Helen Money, Arriving Angels (Profound Lore): Cellist Alison Chesley has made a name for herself under her stage name Helen Money, recording with such artists as Bob Mould, Mono, and Anthrax, but she’s also a fascinating composer as well. Recorded by none other than Steve Albini, her latest album takes solo cello performances into strange new territory. Minimalist, moody, but never as tedious as a mere drone album, Arriving Angels ranges from the rhythmic and menacing (“Rift”) to the poignant (her gorgeous cover of Pat Metheney’s “Midwestern Night’s Dream”), as Chesley alternately caresses the strings and saws away at them mercilessly. This won’t be one of Profound Lore’s most hyped albums this year, but it’s one of the label’s most daring releases.
Incantation, Diabolical Conquest (Hells Headbangers): Incantation’s third album has been re-released on vinyl, and while it’s not the towering achievement that 1992’s Onward to Golgotha is, it’s nevertheless a glimpse of a death metal band that could do no wrong in the 1990s.
The Lord Weird Slough Feg, Twilight Of The Idols / Down Among The Deadmen / Traveller / (Metal Blade): Originally released between 1999 and 2003 when the San Francisco band was known as The Lord Weird Slough Feg instead of today’s shortened Slough Feg, these crucial three albums have been packaged into a tidy three-CD box set by Metal Blade. Combining Celtic influences with phenomenal arrangements that mine Thin Lizzy and the NWOBHM, and featuring the impassioned bellow of the inimitable Mike Scalzi, all three albums are essential American heavy metal, but personally the best of the lot is the epic Down Among the Deadmen, on which guitarist John Cobbett unleashes riff after masterful riff that complements Scalzi’s bombastic personality perfectly.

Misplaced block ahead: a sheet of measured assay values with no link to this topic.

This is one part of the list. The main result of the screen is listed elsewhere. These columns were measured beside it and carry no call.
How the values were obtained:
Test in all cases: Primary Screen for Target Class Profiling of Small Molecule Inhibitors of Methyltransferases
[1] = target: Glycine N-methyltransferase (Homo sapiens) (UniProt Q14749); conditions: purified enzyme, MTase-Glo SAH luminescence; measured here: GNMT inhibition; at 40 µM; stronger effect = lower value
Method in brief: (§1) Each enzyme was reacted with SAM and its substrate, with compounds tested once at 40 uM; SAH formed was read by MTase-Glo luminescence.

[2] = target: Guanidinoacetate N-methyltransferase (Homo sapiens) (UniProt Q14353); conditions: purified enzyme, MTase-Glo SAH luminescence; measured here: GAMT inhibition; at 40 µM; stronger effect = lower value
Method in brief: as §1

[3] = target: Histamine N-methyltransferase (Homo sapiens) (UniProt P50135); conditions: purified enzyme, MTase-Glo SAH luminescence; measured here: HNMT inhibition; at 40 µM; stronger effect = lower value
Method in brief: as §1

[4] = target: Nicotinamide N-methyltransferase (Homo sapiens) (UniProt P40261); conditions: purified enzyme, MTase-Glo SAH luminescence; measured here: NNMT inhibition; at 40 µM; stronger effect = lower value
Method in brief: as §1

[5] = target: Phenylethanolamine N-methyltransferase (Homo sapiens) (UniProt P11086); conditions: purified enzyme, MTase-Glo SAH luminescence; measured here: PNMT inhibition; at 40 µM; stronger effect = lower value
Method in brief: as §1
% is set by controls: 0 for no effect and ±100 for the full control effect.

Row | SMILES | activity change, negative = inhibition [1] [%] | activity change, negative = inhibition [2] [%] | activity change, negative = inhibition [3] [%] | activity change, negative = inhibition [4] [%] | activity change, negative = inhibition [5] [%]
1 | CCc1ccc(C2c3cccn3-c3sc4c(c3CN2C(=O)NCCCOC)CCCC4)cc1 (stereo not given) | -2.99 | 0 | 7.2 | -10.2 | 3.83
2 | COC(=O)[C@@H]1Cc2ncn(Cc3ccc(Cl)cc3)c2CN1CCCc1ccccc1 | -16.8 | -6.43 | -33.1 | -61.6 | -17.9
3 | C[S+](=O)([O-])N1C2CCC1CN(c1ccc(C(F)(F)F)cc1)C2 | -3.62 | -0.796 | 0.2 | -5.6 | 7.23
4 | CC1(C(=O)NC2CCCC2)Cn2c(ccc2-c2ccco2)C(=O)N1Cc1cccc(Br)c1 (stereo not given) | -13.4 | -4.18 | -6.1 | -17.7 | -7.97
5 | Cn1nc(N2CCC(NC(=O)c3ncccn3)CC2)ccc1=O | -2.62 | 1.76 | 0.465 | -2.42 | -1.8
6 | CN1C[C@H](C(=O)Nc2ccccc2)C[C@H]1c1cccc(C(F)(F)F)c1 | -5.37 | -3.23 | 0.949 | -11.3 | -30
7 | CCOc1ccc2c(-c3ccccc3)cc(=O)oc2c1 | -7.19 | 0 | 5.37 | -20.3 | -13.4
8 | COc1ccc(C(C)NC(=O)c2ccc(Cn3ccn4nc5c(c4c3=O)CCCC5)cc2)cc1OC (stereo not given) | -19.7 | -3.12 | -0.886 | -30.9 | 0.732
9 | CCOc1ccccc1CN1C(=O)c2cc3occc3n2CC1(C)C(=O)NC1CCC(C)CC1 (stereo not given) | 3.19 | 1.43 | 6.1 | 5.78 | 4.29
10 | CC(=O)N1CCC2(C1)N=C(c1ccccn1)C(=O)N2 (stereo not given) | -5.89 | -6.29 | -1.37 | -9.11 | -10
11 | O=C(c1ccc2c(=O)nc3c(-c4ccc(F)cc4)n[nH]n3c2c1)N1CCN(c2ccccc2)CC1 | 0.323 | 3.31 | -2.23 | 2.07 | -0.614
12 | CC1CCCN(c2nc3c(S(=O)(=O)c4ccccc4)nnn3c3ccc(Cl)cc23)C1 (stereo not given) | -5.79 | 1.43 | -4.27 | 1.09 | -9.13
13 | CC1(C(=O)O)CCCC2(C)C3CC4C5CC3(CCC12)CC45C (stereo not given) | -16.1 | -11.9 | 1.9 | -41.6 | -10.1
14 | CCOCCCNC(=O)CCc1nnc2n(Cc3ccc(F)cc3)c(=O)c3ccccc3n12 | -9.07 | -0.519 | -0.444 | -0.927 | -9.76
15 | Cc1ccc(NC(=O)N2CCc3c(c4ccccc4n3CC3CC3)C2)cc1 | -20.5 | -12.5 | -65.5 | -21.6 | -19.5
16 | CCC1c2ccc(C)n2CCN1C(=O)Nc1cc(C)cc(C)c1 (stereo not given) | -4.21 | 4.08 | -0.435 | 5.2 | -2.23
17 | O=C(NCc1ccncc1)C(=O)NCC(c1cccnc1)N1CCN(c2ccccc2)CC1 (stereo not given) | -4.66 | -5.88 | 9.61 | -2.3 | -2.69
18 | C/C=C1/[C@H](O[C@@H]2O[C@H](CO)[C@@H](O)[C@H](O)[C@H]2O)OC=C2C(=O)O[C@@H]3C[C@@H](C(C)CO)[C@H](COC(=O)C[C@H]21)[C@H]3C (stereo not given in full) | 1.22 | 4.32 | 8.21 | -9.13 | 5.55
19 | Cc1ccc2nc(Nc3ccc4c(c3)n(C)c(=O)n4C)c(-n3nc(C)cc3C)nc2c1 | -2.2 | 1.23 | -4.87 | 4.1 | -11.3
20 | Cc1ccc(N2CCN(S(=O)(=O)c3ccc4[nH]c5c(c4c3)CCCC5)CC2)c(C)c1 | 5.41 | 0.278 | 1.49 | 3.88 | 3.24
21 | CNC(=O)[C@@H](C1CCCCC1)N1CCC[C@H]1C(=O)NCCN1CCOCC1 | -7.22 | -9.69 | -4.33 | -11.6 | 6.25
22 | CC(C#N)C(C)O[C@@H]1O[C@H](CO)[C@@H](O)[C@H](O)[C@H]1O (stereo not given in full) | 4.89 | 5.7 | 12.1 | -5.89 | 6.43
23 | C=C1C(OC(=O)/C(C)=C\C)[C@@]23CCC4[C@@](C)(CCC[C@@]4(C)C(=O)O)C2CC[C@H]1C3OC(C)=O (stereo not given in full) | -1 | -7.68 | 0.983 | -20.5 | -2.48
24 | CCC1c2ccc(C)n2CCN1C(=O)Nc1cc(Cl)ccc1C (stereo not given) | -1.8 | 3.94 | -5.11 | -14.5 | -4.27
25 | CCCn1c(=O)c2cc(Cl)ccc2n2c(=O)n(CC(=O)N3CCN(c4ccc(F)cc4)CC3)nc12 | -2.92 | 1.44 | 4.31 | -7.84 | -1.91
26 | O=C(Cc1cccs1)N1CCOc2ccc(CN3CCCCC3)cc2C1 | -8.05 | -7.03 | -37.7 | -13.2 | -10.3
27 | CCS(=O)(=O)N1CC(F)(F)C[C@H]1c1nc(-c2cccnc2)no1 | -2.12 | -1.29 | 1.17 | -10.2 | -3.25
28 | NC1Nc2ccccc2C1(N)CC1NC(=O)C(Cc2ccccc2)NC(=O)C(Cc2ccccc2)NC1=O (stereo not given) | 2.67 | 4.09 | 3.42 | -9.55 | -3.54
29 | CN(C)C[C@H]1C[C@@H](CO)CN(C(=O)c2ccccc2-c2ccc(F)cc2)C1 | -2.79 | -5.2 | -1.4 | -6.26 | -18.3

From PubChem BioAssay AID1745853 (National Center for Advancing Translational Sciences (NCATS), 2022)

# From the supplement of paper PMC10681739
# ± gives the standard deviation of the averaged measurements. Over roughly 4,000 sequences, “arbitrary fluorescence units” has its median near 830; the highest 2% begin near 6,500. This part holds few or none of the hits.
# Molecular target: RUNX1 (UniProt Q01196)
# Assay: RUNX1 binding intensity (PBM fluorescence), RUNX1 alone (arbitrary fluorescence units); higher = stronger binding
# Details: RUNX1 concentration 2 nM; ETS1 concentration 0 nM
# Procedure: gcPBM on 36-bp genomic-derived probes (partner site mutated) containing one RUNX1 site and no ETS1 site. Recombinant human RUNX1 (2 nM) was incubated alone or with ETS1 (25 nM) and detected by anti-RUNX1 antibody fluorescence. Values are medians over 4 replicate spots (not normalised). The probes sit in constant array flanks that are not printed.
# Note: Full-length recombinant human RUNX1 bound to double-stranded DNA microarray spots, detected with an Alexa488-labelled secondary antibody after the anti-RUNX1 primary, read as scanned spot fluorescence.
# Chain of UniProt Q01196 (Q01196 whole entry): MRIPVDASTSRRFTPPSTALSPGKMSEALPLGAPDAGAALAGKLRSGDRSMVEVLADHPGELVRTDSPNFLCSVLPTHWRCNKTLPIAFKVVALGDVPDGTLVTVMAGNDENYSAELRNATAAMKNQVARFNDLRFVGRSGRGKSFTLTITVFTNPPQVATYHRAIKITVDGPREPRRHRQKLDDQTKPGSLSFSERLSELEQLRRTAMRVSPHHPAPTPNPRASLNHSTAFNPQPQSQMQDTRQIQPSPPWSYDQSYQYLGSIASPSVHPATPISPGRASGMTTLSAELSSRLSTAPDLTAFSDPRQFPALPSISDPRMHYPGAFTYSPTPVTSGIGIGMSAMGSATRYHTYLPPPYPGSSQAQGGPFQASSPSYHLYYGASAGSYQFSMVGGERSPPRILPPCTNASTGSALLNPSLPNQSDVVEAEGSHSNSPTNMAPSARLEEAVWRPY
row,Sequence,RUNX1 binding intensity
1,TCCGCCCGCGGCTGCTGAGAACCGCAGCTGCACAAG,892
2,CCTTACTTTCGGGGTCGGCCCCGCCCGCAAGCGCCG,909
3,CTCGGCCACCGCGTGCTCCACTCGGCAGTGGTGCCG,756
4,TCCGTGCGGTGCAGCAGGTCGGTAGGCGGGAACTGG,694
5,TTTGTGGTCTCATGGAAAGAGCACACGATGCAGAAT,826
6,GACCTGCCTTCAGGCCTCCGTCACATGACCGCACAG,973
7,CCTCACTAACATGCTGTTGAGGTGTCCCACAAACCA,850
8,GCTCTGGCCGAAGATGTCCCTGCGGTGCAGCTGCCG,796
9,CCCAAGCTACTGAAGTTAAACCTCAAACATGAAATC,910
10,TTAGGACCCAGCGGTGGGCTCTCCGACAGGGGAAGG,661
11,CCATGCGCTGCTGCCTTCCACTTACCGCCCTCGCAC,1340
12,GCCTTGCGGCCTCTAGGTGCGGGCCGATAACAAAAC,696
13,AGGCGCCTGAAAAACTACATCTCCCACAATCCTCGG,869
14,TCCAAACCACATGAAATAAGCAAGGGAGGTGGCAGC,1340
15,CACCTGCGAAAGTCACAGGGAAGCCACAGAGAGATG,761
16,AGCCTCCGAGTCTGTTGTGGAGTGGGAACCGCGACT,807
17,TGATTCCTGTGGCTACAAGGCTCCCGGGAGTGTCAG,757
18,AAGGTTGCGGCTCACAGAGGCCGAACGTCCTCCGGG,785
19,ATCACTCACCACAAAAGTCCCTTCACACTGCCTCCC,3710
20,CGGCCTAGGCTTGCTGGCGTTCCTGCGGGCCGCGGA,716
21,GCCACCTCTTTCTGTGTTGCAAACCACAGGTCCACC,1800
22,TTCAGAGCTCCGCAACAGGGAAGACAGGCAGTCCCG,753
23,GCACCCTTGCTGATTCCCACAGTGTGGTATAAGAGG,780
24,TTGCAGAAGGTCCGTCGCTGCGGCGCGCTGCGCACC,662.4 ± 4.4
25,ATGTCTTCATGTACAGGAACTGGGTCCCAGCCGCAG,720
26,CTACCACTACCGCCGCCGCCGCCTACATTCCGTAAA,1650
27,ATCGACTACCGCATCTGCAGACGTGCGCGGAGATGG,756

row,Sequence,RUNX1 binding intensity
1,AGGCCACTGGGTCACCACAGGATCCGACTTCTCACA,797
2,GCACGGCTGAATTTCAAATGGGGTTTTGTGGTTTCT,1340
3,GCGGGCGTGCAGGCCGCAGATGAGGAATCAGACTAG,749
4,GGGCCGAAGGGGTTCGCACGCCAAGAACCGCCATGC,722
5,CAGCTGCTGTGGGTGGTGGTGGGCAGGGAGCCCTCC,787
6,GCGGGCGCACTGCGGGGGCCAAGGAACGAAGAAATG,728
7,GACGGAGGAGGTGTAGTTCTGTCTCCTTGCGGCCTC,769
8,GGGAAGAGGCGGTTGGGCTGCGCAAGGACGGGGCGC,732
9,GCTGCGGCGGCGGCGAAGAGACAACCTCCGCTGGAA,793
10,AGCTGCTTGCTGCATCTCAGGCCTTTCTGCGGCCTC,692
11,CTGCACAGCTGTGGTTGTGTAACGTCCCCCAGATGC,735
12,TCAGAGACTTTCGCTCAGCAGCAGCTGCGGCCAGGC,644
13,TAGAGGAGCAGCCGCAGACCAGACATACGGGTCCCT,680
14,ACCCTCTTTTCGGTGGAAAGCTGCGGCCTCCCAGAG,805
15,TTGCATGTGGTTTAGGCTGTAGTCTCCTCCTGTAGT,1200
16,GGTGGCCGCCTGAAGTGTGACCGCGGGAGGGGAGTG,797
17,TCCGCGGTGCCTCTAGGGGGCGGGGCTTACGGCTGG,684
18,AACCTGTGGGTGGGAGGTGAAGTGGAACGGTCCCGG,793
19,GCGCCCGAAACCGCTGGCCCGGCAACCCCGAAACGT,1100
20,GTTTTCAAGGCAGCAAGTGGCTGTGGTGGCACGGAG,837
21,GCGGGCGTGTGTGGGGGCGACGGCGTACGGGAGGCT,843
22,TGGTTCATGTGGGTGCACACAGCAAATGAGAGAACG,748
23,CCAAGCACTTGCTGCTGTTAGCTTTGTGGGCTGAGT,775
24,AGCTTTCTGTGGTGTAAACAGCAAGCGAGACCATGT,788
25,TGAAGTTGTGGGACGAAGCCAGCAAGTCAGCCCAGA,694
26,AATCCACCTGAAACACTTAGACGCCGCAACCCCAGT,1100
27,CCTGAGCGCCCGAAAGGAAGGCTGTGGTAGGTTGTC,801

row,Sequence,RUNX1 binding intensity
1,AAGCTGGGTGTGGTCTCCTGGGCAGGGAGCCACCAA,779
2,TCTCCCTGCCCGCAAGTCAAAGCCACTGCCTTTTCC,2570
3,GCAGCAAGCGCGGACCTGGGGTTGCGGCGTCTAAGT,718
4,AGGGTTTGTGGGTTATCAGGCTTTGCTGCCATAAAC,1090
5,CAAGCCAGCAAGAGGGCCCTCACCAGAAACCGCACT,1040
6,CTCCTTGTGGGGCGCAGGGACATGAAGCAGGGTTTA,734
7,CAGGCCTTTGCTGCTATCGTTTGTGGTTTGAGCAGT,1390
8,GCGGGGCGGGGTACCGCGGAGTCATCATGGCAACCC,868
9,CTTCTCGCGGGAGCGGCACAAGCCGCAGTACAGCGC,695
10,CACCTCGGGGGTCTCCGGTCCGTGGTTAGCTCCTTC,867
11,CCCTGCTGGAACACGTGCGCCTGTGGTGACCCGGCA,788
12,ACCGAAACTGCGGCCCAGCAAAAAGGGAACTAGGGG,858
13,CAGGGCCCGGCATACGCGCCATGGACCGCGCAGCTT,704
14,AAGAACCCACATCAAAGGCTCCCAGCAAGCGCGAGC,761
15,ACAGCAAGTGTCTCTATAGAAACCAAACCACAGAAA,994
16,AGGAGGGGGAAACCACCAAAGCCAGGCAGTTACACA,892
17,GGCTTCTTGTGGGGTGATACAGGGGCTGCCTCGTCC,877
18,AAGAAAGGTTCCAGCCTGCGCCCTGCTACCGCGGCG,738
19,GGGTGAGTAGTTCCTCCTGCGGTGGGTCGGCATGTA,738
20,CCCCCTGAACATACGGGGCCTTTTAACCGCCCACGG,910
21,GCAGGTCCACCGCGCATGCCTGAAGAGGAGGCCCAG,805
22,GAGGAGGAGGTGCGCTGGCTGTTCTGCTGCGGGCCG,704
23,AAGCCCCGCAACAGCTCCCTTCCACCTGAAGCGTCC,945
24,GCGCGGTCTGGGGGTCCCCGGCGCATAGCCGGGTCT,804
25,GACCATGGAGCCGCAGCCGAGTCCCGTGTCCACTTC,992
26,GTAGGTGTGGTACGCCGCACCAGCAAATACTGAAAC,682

My Soliloquy, The Interpreter (Sensory): Featuring Threshold member Pete Morten, the latest by his project is typically flamboyant progressive metal, a skillful combination of arch arrangements and accessible melodies, but I cannot get my head around Morten’s vocal phrasing, which is far too overbearing and pretentious than the otherwise tasteful music deserves. What a waste.
Tomahawk, Oddfellows (Ipecac): After the experimentation of 2007’s Anonymous, an album that failed far more than it succeeded, the supergroup featuring Mike Patton, Duane Denison, John Stanier, and Trevor Dunn went back to basics on their fourth album. And it was a smart move, as Oddfellows is a simple yet very enjoyable return to the sounds of their first album. Nicely capturing a live feel and bolstered by Patton’s always charismatic presence, it’s not innovative by any stretch, but then again why does it have to be? These 13 tracks are concise, eccentric without coming off as precious, and in the case of songs like “Stone Letter” and “White Hats/Black Hats”, catchy and ebullient.
Zombified, Carnage, Slaughter and Death (Metal Blade): Dense, gore-obsessed death metal that seemingly pushes all the right buttons but wears thin the deeper into it you go.